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Edward of Lancaster, Prince of Wales, son of Henry VI and Margaret of Anjou. This looks like a Victorian "portrait" of him. Edward married Anne Neville, the Earl of Warwick's younger daughter, when Warwick and Margaret d'Anjou became reluctant allies. After Edward was killed, Anne married a member of the enemy family: Richard, Duke of Gloucester, later Richard III.

Cecily Neville, Duchess of York, mother of Edward IV and Richard III. One of Richard's many arguments for why he was the rightful king after Edward IV died was the rumour (never proven, as far as I know) that Edward IV was illegitimate. Purportedly, his real father was some nobody who Cecily had an affair with.

This tough cookie is Margaret Beaufort, the mother of Henry VII. She was only 13 when Henry was born. From that moment on, it was her mission to advance the interests of her son, help him become king, and found a powerful dynasty. She succeeded in doing all three -- no wonder all the surviving portraits of her show a woman who looks like she refused to take any bull from anybody -- that laser-beam glare could freeze anyone in their tracks.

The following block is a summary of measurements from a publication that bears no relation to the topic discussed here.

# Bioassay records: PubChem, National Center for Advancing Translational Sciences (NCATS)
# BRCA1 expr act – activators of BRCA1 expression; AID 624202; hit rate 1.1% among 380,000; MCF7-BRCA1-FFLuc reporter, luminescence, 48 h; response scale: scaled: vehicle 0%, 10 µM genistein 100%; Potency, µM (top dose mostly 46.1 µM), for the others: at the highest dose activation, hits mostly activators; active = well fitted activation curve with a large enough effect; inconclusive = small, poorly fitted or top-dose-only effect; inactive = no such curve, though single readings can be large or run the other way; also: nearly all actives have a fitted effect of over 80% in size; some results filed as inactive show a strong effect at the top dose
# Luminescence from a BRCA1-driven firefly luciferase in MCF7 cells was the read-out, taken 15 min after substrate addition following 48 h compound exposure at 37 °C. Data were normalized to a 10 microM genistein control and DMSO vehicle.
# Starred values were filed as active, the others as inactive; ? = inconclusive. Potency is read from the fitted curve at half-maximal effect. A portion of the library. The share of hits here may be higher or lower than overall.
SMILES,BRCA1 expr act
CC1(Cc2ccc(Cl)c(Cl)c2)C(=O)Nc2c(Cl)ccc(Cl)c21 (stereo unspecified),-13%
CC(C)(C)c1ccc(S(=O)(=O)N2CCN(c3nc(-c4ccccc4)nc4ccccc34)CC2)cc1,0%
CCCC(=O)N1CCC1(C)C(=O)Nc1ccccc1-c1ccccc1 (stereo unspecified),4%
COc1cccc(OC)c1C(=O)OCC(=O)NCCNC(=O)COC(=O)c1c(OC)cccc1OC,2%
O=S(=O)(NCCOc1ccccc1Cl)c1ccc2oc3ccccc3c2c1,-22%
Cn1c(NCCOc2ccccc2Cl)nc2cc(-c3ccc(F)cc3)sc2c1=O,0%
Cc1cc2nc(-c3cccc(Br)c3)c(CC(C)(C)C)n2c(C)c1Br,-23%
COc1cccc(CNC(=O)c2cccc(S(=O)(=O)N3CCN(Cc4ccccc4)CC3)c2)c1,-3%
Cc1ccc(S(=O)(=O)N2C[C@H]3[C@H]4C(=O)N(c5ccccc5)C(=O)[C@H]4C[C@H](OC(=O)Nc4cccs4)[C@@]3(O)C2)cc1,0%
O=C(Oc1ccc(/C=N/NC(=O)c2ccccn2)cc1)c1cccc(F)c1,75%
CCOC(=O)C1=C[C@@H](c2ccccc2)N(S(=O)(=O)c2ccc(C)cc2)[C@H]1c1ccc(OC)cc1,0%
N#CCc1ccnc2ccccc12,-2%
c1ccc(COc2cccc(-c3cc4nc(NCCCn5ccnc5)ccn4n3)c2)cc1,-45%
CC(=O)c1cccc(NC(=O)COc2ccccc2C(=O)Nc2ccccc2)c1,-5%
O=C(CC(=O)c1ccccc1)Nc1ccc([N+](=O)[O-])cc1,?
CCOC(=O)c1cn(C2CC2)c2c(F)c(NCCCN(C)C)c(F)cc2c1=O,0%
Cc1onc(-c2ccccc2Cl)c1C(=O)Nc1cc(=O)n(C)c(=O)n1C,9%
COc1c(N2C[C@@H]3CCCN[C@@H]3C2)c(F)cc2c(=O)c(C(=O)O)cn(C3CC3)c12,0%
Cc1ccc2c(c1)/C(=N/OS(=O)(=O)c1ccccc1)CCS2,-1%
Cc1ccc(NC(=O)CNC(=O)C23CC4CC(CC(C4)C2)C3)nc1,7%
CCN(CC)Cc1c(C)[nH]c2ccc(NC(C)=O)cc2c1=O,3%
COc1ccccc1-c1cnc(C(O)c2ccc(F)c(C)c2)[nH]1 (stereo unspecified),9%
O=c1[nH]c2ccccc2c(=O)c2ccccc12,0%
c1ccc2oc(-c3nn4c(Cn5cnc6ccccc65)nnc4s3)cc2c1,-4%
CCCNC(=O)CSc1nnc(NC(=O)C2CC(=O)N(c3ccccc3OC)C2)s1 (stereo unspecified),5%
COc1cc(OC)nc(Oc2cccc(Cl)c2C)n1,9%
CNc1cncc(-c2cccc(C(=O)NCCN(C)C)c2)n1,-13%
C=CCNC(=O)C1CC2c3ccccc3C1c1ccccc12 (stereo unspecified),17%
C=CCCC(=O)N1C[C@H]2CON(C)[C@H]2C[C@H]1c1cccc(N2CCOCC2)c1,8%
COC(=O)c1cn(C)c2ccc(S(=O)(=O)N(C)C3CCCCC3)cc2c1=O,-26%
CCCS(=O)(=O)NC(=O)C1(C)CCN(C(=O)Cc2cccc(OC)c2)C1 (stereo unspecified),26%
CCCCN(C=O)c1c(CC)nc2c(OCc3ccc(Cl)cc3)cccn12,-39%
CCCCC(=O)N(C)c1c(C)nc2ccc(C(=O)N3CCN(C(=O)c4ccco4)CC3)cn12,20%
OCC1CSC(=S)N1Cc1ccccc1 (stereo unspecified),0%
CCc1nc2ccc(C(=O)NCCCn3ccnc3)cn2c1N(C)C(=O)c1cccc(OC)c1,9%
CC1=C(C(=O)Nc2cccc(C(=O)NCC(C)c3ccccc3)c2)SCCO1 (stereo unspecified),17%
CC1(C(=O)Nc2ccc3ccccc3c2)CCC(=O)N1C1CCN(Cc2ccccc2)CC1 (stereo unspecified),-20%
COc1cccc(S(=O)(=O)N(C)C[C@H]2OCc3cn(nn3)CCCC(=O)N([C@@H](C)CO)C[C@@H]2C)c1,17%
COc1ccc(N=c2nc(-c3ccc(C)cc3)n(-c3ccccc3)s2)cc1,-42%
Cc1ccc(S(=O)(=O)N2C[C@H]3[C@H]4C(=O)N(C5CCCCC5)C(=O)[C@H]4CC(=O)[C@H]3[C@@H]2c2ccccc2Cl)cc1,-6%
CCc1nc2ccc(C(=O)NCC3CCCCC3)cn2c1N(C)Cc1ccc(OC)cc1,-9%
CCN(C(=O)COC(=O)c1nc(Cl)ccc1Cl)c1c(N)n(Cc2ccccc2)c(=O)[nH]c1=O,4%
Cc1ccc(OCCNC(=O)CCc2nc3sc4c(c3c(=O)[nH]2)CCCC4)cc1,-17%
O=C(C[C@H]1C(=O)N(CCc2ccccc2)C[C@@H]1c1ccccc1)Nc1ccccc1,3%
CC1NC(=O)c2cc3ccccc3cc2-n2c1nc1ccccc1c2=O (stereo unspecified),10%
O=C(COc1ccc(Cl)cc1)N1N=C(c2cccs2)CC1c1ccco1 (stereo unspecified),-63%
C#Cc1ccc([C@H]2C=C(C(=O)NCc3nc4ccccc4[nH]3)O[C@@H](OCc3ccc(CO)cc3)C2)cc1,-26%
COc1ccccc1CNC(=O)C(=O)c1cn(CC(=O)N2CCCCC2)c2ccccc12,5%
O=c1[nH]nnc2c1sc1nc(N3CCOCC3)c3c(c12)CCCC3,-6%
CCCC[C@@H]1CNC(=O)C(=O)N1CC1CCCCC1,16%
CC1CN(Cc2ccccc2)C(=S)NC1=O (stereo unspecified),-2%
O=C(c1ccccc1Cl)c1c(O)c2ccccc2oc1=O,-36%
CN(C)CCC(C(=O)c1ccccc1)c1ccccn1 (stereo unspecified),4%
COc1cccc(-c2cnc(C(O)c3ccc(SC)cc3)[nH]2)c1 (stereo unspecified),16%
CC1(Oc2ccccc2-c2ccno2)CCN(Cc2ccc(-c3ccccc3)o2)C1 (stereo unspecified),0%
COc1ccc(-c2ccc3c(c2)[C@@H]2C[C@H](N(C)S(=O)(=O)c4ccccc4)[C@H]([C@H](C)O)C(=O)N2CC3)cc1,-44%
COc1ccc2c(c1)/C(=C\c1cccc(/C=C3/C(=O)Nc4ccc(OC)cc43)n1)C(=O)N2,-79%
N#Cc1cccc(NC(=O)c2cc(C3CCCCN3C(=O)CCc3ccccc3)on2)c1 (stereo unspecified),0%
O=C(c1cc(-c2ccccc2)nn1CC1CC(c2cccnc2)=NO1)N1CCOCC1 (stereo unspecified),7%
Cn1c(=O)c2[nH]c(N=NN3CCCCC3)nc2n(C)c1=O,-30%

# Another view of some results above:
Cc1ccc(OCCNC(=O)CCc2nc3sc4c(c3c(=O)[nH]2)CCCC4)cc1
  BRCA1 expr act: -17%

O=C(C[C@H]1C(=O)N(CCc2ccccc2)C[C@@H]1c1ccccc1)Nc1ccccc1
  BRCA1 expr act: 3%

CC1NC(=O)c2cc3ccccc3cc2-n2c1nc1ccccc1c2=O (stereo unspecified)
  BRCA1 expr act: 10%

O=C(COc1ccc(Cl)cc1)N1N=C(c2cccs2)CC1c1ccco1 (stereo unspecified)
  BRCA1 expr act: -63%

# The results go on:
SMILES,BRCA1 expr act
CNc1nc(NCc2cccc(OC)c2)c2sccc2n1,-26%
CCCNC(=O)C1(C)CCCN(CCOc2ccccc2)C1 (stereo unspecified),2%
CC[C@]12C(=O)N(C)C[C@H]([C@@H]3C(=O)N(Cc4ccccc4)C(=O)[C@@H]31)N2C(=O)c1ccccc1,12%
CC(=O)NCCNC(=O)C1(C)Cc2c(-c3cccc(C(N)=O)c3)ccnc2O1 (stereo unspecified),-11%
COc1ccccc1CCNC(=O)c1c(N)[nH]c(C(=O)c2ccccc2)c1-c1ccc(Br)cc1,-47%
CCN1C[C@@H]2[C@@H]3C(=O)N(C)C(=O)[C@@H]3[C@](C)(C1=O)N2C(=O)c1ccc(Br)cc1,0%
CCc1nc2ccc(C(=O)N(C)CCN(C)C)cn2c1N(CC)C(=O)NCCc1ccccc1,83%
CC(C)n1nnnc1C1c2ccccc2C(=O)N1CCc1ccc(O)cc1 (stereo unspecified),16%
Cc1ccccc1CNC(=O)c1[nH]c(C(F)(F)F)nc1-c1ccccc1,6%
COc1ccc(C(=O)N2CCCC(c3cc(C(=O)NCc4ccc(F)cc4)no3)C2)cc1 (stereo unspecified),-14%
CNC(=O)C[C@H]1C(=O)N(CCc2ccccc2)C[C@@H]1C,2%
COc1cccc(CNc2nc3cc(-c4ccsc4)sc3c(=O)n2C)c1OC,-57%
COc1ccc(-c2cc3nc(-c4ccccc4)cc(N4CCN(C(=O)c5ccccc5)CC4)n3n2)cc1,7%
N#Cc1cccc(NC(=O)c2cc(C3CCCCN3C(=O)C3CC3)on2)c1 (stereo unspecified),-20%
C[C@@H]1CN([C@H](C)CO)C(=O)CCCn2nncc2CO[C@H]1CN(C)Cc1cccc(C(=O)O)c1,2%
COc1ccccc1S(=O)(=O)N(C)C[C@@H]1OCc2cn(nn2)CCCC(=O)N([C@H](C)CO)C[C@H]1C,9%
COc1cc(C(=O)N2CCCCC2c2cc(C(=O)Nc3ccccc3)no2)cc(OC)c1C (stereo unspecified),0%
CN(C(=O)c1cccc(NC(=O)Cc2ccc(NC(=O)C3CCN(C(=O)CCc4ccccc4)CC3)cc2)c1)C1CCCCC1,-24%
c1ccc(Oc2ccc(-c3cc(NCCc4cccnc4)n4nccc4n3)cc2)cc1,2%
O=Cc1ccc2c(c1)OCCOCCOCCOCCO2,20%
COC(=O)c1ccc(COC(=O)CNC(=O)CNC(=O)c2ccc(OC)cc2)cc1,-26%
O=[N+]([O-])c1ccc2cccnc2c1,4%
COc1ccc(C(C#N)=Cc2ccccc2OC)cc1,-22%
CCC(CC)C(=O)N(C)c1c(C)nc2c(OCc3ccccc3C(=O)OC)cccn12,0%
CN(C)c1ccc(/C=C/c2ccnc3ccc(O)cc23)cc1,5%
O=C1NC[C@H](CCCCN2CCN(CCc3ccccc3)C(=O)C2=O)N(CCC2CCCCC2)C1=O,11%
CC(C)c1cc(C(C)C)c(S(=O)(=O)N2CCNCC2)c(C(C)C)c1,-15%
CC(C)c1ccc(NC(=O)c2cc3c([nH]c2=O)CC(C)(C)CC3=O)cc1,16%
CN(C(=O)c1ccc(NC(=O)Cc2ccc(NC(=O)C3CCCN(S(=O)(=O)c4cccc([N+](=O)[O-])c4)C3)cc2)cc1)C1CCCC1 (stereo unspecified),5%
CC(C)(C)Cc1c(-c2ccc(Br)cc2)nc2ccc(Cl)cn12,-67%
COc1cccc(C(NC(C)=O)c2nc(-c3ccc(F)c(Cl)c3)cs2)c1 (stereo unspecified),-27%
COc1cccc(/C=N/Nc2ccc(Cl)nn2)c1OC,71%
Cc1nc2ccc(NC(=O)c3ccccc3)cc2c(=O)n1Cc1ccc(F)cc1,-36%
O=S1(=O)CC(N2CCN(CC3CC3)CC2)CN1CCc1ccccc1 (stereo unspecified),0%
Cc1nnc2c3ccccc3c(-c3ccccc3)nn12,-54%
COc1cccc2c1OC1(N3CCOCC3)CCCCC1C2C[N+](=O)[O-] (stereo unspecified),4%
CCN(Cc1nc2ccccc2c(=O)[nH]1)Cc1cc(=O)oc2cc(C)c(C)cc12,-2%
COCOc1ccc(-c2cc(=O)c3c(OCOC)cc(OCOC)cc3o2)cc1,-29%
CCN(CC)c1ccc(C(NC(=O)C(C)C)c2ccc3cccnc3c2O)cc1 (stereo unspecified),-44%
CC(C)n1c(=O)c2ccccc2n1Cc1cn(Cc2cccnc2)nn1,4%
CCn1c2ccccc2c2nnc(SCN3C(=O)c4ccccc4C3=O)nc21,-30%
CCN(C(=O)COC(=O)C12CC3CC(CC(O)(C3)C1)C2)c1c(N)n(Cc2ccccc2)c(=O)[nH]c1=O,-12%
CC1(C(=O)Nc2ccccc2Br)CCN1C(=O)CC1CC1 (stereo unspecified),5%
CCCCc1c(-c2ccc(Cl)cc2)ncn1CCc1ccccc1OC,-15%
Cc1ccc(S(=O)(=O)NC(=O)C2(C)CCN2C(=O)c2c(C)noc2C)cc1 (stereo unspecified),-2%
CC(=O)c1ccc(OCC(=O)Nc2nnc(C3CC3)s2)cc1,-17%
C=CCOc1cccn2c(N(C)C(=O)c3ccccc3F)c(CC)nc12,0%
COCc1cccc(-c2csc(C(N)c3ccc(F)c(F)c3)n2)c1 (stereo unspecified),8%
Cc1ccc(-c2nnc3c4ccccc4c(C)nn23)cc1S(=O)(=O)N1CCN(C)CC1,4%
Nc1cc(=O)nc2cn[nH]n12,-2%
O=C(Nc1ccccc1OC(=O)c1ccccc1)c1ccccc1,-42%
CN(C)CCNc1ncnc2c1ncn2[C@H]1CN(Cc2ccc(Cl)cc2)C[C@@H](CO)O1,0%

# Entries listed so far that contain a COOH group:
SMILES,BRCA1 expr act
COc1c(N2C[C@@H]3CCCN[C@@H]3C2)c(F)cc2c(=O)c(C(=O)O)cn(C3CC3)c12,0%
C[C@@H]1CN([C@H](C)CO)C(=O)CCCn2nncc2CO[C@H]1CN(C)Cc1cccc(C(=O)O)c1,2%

Medallion of Margaret of Anjou by Pietro da Milano. Made in 1463-1464 during Margaret's exile in France.

Image of Margaret from the Guild Book of the London Skinners' Fraternity of the Assumption of the Virgin Mary, 1475. The lady on the left is possibly Katherine Vaux, Margaret's longtime companion, who also joined the Skinners' Fraternity.